1. watermark

    watermark Member

    Jan 12, 2017
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    I think of a man, and I take away...

    Discussion in 'Character Development' started by watermark, Jan 25, 2017.

    So we all know Jack Nicholson's original infamous line goes like this:

    Woman: "How do you write women so well?"
    Melvin: "I think of a man, and I take away reason and accountability."

    The line is funny. Of course it's not true, but it does invite this question:

    Have you ever created a character by thinking of someone (famous perhaps) and changing his or her gender?
    What would you take away? What would you add?
    Homer Potvin and Cave Troll like this.
  2. Sack-a-Doo!

    Sack-a-Doo! Contributor Contributor

    Jun 7, 2015
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    Recently, I've come to think along a different vein...

    I think of myself in a situation where I reacted emotionally in a way that fits for a character. For instance, in 1994, having spent the previous ten years of my life preparing to spend the rest of my professional years as a programmer of the most advanced computer platform of the day, the rug was pulled out from under me when the company went out of business. Feeling betrayed, angry, resentful, and well past my prime, I was faced with starting over again from scratch with an inferior platform and realized I simply couldn't find the wherewithal to do so. I ended up going in a completely different direction which has yet to bear fruit.

    Applying that to the focal character in my WIP, I find myself understanding his every nuance and motivation even though his circumstances are vastly different from mine.

    Instead of starting with a someone and changing/taking away/adding, I start with myself and apply it as an emotional overlay, so to speak.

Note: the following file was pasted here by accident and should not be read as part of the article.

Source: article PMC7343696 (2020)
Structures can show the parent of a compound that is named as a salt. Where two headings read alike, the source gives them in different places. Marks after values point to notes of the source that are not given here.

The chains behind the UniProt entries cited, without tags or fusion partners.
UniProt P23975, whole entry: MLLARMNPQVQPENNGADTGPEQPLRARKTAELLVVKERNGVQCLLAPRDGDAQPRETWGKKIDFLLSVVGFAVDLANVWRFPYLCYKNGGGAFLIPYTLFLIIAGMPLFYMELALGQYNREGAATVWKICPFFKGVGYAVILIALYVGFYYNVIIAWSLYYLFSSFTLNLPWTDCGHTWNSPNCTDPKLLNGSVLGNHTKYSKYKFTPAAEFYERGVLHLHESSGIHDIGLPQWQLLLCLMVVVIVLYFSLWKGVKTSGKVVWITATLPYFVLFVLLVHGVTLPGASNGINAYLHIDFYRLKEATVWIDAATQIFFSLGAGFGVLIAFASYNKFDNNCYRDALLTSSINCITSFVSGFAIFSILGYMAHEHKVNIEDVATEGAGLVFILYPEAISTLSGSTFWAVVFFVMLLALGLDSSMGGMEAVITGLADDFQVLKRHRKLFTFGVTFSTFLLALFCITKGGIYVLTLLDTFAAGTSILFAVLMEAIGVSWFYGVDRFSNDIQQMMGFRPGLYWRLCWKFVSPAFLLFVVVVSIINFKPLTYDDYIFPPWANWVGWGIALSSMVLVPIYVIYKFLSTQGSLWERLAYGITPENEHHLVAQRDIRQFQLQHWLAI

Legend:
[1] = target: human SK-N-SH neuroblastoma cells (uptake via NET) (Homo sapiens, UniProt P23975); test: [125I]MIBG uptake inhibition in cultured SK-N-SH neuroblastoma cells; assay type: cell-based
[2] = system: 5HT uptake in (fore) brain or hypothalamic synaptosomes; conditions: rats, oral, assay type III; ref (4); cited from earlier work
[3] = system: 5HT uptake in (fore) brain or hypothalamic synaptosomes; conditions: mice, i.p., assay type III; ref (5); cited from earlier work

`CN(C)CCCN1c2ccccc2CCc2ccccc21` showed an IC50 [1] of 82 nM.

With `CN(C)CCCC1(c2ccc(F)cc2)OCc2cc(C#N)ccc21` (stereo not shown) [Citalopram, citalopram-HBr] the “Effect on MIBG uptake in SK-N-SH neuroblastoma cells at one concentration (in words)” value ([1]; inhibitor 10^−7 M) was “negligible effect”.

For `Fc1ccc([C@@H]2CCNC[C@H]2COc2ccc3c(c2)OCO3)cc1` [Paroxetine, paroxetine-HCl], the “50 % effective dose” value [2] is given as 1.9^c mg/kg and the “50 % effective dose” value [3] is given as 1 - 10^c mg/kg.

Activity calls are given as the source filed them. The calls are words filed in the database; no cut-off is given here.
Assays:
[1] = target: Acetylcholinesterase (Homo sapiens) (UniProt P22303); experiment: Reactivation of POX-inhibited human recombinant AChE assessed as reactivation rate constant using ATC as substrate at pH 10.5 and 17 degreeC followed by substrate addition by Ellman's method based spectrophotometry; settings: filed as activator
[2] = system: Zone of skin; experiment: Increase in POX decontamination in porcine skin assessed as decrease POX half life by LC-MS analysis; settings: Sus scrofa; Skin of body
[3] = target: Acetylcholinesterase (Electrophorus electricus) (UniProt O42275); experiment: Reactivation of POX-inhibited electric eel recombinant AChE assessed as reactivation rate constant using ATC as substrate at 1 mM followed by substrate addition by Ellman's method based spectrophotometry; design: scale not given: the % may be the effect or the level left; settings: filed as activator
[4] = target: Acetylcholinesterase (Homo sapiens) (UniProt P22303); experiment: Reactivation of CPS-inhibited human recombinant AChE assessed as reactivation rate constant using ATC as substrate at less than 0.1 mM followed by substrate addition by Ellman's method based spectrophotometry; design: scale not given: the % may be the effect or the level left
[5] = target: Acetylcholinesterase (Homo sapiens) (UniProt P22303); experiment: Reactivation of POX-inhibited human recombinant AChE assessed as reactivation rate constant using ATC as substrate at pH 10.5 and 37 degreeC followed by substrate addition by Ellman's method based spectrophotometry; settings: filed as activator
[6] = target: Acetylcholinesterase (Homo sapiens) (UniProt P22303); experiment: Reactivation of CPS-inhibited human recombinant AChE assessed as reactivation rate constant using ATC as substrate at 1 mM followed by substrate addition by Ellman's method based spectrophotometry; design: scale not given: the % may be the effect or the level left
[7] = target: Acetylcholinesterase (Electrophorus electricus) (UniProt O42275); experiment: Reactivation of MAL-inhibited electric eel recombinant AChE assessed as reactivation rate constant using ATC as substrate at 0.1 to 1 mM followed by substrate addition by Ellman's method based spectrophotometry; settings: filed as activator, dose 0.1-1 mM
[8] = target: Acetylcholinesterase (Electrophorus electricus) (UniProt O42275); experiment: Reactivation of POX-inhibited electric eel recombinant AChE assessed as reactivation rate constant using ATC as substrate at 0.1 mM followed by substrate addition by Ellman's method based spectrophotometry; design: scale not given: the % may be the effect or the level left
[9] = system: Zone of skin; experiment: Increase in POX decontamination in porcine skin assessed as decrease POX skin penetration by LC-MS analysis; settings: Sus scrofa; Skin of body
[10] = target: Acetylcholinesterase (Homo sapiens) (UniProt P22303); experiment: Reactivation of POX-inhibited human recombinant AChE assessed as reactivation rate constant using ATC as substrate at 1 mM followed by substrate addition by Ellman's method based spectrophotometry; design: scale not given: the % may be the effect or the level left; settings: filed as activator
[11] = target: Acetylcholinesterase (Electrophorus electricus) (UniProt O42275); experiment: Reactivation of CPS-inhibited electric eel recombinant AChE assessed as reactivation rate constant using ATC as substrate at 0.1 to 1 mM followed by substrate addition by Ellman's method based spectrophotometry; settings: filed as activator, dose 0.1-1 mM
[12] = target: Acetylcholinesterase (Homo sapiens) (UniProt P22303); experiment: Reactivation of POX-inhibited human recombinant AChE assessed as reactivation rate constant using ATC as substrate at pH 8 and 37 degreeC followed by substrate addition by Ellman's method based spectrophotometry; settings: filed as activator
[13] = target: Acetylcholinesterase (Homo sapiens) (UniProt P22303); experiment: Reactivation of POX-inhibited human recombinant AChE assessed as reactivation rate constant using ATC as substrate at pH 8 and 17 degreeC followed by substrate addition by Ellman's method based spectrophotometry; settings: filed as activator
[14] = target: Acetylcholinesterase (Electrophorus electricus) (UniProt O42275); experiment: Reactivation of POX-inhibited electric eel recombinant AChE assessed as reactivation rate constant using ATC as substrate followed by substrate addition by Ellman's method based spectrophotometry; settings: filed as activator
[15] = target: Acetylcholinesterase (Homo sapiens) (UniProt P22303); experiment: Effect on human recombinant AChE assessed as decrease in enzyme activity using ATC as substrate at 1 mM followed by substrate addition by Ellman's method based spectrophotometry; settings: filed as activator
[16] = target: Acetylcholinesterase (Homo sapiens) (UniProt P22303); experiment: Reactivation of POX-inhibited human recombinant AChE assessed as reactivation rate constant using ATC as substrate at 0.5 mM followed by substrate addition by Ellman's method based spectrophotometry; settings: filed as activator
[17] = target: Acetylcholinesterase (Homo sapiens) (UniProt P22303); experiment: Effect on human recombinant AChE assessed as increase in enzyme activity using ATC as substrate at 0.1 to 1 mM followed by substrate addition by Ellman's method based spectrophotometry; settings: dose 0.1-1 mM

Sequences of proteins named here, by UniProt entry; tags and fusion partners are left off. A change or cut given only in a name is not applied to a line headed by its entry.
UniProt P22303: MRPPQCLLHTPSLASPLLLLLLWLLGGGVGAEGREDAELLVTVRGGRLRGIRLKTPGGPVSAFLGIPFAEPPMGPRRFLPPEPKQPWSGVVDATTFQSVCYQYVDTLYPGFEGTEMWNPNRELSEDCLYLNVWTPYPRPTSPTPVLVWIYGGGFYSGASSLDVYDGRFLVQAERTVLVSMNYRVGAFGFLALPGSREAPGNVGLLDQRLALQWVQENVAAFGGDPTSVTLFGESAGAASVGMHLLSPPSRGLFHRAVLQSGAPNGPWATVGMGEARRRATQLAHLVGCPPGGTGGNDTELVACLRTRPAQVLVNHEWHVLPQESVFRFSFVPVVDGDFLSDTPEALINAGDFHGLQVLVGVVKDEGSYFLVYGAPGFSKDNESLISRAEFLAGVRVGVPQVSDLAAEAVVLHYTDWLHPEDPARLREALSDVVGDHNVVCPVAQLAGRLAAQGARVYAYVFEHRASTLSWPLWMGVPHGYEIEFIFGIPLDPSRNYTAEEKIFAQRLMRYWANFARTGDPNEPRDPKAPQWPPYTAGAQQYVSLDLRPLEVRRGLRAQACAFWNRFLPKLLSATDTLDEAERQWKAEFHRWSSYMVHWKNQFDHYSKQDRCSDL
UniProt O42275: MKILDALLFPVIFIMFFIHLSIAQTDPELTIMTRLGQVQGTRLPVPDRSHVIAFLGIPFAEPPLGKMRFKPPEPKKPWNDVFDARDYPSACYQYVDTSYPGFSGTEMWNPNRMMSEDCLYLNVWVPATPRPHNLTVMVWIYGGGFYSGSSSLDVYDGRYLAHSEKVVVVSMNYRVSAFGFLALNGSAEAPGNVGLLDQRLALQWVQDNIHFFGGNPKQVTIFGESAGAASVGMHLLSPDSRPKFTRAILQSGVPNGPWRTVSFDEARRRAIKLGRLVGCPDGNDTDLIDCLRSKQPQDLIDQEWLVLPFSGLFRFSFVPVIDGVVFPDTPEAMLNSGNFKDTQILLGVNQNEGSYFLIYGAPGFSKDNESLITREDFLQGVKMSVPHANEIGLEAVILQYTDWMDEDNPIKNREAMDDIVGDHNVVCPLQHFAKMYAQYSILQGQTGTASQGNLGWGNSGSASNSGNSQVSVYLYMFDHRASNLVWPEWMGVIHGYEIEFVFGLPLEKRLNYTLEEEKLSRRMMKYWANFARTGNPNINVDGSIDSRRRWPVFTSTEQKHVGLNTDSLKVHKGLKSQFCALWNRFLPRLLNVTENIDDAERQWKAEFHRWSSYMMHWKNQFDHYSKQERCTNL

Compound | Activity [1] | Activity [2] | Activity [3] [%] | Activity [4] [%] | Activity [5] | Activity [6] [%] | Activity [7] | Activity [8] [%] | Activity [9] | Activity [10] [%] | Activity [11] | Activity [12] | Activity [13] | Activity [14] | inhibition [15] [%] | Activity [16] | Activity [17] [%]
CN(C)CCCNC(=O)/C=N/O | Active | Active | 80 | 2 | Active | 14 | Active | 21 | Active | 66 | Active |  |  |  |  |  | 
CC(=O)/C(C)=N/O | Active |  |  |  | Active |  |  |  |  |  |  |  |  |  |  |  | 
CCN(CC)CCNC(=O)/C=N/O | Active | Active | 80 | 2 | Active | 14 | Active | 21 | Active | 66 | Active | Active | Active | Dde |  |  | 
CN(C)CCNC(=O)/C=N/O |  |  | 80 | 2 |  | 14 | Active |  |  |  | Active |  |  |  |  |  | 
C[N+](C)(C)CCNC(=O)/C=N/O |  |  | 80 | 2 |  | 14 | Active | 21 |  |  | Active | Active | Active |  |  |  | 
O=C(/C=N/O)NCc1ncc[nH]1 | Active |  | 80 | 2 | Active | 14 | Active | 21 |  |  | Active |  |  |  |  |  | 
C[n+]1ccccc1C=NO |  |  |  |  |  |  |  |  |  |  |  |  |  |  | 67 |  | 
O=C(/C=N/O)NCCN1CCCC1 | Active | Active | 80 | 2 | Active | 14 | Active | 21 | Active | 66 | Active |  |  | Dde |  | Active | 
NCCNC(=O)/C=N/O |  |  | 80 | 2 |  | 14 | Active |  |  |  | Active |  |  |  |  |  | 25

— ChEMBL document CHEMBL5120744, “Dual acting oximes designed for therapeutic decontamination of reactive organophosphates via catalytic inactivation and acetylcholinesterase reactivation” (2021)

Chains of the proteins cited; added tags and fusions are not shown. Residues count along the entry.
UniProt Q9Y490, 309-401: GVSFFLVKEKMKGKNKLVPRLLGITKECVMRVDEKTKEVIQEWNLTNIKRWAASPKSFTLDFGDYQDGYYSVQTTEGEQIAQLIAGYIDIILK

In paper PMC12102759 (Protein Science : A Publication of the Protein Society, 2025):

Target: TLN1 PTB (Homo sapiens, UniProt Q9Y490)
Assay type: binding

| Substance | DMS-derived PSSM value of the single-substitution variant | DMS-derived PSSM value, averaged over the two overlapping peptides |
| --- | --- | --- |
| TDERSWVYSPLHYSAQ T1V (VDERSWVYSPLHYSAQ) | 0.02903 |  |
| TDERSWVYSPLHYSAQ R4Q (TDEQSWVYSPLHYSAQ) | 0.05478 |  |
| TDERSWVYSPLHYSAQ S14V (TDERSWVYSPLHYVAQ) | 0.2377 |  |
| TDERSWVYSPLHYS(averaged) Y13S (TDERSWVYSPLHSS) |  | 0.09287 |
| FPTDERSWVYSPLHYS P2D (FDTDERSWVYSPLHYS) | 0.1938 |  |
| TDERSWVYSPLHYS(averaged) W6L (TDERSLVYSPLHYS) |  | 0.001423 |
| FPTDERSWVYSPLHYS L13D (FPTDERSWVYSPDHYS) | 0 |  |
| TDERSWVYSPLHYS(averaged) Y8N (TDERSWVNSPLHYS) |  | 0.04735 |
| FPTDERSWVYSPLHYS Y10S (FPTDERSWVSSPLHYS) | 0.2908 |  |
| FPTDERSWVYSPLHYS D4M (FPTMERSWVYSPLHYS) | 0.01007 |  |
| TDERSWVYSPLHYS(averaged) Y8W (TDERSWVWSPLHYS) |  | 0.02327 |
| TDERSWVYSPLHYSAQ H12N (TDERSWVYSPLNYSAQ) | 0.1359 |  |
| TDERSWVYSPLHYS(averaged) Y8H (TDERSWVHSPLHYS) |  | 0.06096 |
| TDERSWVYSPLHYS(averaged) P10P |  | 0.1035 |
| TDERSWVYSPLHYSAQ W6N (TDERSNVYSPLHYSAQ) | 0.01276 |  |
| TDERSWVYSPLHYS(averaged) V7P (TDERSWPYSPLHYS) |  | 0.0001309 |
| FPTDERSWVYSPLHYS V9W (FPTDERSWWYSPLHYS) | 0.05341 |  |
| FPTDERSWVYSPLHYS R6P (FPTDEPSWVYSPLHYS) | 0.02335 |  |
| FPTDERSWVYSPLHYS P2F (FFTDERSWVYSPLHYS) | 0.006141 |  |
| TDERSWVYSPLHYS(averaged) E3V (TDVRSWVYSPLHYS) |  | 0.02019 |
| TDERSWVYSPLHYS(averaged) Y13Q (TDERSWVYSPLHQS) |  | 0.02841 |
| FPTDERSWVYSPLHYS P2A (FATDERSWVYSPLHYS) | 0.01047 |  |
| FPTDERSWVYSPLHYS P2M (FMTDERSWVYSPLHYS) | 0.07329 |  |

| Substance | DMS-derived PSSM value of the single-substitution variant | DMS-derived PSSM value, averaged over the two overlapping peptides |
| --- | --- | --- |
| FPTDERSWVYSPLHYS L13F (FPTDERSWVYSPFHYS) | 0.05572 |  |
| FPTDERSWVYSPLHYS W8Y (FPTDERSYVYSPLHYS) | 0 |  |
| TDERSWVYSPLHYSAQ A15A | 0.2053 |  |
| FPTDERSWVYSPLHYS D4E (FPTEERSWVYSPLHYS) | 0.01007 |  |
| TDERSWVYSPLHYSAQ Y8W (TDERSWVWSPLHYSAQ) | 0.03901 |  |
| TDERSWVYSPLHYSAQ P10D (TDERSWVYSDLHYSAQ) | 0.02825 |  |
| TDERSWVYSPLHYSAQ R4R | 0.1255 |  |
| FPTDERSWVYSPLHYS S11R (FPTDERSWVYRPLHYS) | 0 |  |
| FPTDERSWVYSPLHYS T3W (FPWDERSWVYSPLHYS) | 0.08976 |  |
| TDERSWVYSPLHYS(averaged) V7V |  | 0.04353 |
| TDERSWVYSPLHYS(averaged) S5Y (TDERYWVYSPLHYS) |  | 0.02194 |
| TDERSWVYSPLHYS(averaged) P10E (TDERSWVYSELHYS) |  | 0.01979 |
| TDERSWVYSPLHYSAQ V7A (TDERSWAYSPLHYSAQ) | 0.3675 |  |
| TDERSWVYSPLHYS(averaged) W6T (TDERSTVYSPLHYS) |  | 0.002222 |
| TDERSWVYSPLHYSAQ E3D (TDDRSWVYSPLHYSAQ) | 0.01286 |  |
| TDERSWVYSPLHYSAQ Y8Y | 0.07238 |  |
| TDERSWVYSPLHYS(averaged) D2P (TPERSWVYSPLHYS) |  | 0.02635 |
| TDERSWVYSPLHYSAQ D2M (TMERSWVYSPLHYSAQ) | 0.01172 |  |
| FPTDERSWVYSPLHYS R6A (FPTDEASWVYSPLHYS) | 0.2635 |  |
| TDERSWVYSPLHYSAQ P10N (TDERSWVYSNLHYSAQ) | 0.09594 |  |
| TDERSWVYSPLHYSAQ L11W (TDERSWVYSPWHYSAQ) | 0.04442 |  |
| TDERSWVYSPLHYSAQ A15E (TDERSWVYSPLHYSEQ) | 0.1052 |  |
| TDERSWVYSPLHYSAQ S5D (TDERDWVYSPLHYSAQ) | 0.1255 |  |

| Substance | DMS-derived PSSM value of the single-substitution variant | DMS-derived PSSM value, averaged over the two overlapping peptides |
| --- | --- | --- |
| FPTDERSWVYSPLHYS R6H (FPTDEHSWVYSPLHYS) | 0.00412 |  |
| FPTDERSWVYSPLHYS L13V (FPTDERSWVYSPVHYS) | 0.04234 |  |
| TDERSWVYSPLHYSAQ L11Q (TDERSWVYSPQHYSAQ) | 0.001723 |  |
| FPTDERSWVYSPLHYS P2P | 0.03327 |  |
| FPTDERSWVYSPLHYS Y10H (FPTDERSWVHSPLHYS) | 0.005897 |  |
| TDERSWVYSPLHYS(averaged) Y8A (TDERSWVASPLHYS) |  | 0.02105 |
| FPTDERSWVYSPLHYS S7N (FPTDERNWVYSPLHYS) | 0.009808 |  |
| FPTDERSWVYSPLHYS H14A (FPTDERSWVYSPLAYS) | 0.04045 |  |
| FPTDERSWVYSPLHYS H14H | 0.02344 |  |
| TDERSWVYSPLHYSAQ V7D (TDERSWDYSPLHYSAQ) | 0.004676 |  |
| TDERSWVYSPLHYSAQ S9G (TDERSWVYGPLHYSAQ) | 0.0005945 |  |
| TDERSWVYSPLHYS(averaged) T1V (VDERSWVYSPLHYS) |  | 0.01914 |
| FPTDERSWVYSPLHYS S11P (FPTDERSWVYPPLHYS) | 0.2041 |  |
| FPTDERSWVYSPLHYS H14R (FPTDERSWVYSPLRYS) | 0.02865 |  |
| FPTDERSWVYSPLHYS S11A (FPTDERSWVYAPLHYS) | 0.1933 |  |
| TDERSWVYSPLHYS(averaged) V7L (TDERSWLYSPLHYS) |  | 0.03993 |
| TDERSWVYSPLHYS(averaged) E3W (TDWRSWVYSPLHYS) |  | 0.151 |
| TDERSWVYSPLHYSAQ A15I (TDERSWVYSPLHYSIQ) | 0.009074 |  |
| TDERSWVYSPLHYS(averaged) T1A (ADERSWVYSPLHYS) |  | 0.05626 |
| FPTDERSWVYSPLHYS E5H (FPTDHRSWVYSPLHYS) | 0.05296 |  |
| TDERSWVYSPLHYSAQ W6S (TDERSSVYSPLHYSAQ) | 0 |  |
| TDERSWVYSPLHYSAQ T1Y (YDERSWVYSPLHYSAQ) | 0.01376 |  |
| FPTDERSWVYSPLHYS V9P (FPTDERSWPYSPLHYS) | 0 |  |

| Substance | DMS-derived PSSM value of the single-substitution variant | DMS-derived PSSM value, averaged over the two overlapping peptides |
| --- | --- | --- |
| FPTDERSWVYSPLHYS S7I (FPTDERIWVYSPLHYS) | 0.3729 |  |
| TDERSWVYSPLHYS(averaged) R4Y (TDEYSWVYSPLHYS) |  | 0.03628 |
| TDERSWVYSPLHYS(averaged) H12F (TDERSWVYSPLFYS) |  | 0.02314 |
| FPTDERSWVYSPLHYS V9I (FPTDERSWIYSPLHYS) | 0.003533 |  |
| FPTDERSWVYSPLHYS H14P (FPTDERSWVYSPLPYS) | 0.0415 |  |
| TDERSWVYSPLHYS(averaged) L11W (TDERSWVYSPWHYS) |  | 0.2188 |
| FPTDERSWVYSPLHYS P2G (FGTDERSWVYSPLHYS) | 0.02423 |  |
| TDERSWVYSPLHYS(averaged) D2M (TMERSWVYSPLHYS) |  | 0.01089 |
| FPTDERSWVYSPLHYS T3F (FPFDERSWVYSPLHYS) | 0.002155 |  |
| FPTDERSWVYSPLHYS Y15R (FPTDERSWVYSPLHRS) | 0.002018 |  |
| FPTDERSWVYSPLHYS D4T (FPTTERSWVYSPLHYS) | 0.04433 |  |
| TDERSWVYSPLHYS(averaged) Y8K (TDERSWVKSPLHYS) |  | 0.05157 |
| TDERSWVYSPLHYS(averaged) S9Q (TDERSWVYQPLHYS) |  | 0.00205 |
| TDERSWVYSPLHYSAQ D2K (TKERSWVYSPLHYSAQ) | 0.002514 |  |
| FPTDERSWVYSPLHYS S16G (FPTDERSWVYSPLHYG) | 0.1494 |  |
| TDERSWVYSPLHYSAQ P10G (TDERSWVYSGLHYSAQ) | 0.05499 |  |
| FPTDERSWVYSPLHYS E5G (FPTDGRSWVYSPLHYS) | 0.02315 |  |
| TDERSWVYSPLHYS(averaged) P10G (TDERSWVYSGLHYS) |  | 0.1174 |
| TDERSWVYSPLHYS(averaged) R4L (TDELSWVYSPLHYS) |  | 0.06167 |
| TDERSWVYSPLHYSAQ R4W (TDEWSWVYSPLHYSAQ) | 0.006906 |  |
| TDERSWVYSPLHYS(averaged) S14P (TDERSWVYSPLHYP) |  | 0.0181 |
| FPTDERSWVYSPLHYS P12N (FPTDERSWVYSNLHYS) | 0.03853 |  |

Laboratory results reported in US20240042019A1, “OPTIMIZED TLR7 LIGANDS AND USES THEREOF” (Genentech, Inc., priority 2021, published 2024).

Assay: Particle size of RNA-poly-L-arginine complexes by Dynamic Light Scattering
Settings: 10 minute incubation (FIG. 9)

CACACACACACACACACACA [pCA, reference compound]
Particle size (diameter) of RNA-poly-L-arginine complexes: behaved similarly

Cave Troll likes this.
  3. Cave Troll

    Cave Troll It's Coffee O'clock everywhere. Contributor

    Aug 8, 2015
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    Where cushions are comfy, and straps hold firm.
    I cannot say that I have ever considered this before.

    Instead I try to focus on making them simply people
    you would ordinarily find in every day. And some
    a bit less so, but certainly not any of fame. By using
    little bits of real people (that I know or have known)
    and smushing them into a single persona, or I build
    them from the foundation up from scratch.
  4. izzybot

    izzybot Transhuman Autophage Contributor

    Jun 3, 2015
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    SC, USA
    There's a somewhat similar and interesting thread back here.

    To reiterate my post from it, I don't really take gender into account when I design characters, so changing their gender wouldn't make much difference.
  5. Simpson17866

    Simpson17866 Contributor Contributor

    Aug 23, 2013
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    I've actually tried to come up with characters who are based on other people, and it doesn't work ;) With only one exception that I can think of, I need to come up with my characters completely from scratch, or they don't feel real to me.